Bernàrd cared for hundreds of men dying from Aids in New York. Time and time again he would encourage mothers to touch their sons. “It was incredible, the sense of contamina­tion,” he says. “I was literally taking their hands and saying you cannot get it, it’s OK. And they would thank me like I had done a miracle.” A week later he could be officiating at the funeral, always introduced as “a friend of the family”.

He remembers working with Mother Theresa in New York. She and her sisters would not allow gay partners at patients death­beds because they were “occas­ions of sin”.

“My own church blamed people for getting the disease. Can you think of anything more unchris­tian? A lot of Catholic men died in despair because of their church. At a time when the church should have been their hope, their way of easing them into their death, it became in fact the arbiter of hate.”

Yet Bernàrd’s faith stayed strong. He continues to separate his belief from the religion, distilling it into two words – “love and justice”.

Last month Bernàrd, with the London Irish LGBT Network, watched the results of the Irish marriage equality referen­dum at Ku Bar in Soho. It was a mixed crowd and though ecstatic at the overwhelming victory Bernàrd was moved by the stories he heard. Young men and women told how they had moved to London away from homophobic discrimination.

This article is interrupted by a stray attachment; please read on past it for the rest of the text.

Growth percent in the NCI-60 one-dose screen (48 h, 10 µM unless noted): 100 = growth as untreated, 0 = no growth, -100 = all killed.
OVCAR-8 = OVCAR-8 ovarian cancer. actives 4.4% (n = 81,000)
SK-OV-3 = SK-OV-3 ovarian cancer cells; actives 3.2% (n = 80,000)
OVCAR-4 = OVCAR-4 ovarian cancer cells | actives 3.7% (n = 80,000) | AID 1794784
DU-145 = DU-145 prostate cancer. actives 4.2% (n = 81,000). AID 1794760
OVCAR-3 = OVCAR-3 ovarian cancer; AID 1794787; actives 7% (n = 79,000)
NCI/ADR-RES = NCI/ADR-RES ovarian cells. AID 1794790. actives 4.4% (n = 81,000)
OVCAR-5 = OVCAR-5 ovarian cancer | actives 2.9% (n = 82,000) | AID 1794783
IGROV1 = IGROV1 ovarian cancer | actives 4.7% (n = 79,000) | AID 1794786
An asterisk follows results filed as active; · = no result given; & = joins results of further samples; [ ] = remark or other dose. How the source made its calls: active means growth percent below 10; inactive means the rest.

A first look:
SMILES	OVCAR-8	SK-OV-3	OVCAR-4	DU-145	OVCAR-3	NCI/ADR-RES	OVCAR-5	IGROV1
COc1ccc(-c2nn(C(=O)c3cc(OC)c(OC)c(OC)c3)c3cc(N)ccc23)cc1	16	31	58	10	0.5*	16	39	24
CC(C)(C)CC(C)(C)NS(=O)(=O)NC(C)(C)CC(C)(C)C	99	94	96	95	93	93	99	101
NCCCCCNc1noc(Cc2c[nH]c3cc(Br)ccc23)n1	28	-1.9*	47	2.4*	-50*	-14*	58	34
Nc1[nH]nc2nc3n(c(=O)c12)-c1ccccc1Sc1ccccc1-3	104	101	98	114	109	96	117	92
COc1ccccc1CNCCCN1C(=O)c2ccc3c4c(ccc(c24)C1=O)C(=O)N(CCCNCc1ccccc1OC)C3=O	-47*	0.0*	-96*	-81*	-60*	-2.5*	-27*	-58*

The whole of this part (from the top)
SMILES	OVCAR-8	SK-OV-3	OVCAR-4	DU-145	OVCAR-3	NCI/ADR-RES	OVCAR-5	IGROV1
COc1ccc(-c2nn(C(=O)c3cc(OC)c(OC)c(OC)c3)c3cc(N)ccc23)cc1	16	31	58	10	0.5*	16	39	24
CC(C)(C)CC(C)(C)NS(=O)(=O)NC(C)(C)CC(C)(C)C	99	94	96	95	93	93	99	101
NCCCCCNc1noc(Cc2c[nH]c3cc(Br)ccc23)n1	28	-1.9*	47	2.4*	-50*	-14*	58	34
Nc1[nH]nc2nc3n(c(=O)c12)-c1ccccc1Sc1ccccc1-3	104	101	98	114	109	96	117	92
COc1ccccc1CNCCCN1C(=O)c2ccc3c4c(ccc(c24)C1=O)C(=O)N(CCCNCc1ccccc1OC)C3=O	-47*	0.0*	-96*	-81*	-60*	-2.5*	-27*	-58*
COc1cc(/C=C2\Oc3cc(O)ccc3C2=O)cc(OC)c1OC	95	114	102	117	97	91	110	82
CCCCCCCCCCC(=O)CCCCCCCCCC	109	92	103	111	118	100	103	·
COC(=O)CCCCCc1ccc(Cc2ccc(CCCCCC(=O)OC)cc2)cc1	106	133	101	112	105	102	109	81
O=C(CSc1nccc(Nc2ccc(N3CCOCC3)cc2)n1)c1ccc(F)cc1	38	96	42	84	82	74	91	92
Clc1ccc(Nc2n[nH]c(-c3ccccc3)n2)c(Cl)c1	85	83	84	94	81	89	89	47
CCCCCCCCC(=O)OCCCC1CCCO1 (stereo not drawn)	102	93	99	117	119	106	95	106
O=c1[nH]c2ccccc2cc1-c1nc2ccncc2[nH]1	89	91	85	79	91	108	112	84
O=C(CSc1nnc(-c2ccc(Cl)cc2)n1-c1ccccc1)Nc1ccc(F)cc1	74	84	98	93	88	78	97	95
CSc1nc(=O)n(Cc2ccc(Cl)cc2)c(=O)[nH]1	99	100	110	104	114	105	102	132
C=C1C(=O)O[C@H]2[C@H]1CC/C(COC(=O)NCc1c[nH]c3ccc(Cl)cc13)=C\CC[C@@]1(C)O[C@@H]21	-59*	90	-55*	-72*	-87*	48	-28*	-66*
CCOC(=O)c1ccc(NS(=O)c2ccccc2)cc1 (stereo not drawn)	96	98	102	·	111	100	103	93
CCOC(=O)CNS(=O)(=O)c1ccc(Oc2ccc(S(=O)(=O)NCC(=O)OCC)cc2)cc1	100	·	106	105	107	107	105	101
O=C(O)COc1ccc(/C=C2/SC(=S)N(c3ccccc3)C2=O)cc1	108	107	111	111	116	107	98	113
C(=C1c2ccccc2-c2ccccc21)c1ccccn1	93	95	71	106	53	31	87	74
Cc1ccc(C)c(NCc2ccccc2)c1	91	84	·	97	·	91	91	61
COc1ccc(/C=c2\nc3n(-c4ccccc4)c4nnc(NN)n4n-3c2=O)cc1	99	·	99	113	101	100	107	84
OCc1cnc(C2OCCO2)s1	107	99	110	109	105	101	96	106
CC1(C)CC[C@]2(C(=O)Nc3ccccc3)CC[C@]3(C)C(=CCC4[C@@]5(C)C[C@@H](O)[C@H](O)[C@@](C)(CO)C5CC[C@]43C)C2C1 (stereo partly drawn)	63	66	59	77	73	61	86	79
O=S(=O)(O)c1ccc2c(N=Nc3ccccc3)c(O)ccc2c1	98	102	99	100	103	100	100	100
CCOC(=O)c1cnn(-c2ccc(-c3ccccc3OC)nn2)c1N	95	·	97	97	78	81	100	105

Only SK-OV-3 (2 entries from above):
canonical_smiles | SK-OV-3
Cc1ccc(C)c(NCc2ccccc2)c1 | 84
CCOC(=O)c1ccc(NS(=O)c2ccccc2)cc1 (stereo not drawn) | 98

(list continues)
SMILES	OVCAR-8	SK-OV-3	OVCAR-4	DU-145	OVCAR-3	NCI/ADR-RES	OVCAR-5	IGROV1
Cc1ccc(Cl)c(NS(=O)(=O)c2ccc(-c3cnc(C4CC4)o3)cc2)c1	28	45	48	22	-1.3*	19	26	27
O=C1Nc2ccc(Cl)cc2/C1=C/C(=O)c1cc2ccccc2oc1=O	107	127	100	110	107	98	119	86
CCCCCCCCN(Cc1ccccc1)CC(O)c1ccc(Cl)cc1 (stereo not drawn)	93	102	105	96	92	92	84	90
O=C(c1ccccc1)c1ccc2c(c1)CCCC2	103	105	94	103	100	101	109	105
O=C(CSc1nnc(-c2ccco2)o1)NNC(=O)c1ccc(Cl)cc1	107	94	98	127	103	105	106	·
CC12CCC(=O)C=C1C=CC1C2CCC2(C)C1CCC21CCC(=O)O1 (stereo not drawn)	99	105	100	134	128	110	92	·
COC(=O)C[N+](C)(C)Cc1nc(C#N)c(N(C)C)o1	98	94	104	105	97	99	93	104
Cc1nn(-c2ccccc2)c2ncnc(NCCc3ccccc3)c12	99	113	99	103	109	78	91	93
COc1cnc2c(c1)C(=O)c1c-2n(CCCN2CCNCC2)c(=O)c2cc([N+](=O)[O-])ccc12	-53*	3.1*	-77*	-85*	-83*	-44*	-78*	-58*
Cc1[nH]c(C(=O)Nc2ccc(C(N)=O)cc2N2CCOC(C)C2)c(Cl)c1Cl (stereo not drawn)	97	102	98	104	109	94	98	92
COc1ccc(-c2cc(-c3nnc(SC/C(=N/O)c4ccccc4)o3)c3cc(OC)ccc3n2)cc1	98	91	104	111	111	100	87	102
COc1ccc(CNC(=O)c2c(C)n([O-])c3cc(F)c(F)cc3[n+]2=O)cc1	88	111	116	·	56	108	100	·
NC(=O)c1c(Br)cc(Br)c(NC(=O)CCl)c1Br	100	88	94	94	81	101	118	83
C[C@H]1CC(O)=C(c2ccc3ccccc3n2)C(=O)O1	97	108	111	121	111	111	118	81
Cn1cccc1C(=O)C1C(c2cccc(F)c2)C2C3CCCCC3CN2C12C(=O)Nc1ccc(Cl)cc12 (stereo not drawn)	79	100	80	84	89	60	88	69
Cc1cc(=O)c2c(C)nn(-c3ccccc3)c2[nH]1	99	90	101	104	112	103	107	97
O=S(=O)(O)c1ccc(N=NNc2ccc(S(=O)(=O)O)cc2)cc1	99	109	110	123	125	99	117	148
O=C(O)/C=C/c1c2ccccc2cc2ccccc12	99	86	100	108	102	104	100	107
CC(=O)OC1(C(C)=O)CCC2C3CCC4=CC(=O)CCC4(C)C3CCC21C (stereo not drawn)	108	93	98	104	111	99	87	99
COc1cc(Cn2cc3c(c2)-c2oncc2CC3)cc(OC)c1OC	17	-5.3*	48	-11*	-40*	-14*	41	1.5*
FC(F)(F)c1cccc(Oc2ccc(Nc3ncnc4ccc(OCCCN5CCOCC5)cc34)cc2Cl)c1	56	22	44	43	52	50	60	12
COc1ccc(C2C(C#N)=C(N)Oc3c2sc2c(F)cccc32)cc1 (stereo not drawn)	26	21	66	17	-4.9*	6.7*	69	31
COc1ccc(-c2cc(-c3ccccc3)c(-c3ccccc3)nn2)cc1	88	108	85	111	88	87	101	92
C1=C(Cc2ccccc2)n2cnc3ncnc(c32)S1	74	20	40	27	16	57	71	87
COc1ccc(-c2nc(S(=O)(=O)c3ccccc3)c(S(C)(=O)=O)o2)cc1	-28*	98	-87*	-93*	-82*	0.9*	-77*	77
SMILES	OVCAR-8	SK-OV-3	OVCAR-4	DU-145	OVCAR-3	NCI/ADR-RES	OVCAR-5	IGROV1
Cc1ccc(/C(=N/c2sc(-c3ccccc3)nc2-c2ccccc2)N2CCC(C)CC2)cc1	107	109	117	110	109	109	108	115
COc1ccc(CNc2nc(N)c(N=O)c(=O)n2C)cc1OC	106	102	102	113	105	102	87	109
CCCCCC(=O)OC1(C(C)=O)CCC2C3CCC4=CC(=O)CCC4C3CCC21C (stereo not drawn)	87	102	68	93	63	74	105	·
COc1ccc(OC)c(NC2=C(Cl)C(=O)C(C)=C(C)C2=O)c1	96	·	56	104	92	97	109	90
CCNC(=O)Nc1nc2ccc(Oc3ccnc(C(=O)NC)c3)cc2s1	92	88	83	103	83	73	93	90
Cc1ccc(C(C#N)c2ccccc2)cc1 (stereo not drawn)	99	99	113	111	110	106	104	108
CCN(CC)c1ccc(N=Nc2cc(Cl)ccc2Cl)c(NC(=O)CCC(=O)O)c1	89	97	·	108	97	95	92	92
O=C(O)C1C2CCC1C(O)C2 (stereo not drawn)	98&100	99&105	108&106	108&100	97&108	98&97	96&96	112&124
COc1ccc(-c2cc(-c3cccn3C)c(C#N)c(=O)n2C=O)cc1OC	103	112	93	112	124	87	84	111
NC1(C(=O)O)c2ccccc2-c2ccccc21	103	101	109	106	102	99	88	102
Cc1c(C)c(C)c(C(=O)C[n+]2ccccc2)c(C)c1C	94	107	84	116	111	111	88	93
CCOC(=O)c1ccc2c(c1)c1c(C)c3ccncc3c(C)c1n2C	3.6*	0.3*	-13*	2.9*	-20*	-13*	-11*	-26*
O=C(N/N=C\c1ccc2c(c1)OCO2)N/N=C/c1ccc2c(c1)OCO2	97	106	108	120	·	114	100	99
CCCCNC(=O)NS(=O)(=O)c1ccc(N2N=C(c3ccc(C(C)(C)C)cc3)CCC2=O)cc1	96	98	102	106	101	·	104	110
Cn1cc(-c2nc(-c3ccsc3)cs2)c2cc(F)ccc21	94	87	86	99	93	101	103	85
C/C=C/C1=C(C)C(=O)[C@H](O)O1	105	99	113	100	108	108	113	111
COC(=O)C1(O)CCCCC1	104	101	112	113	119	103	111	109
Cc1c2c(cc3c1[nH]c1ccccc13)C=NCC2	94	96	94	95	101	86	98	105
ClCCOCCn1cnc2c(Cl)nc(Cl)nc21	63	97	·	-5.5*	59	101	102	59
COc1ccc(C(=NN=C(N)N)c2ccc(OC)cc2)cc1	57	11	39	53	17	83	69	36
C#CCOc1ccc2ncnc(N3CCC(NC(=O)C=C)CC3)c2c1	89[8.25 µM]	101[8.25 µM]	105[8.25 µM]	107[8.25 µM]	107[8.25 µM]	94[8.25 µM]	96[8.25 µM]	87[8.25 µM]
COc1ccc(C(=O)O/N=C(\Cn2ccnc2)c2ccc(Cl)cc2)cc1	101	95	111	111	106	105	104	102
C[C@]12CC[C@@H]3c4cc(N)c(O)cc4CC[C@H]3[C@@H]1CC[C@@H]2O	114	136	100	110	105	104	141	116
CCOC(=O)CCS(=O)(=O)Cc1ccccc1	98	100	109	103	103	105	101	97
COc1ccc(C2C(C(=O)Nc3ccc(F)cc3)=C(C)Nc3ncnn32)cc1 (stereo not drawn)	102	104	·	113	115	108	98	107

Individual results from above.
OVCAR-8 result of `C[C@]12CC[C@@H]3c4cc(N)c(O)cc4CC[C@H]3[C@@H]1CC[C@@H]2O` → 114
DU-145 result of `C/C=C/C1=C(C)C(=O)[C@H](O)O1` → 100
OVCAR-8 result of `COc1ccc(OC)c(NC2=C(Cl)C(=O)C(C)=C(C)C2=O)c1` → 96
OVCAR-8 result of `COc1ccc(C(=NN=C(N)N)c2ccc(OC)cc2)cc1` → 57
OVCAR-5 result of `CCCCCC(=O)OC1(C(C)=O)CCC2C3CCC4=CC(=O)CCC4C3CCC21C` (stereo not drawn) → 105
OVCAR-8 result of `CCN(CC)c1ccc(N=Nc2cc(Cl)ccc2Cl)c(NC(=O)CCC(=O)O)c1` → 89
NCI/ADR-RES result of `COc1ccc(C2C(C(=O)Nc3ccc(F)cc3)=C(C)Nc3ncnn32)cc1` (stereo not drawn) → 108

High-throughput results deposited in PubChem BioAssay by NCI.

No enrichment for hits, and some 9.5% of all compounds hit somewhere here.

“I couldn’t delight more with the result and that isn’t anti-Cath­olic,” he says. “It’s good for the Church and that is certainly better for the Irish nation. The Church, in my mind, has no right to get into bed with anybody, that is not its business.”
Complete Article HERE!

Homeless At Saint Mary’s Cathedral Intentionally Drenched With Water While Sleeping

File under: Absolutely astonishing.  Just like Jesus would do.

By Doug Sovern

SAN FRANCISCO (KCBS) — KCBS has learned that Saint Mary’s Cathedral, the principal church of the Archdiocese of San Francisco, has installed a watering system to keep the homeless from sleeping in the cathedral’s doorways.

The cathedral, at Geary and Gough, is the home church of the Archbishop. There are four tall side doors, with sheltered alcoves, that attract homeless people at night.

“They actually have signs in there that say, ‘No Trespassing,’” said a homeless man named Robert.

But there are no signs warning the homeless about what happens in these doorways, at various times, all through the night. Water pours from a hole in the ceiling, about 30 feet above, drenching the alcove and anyone in it.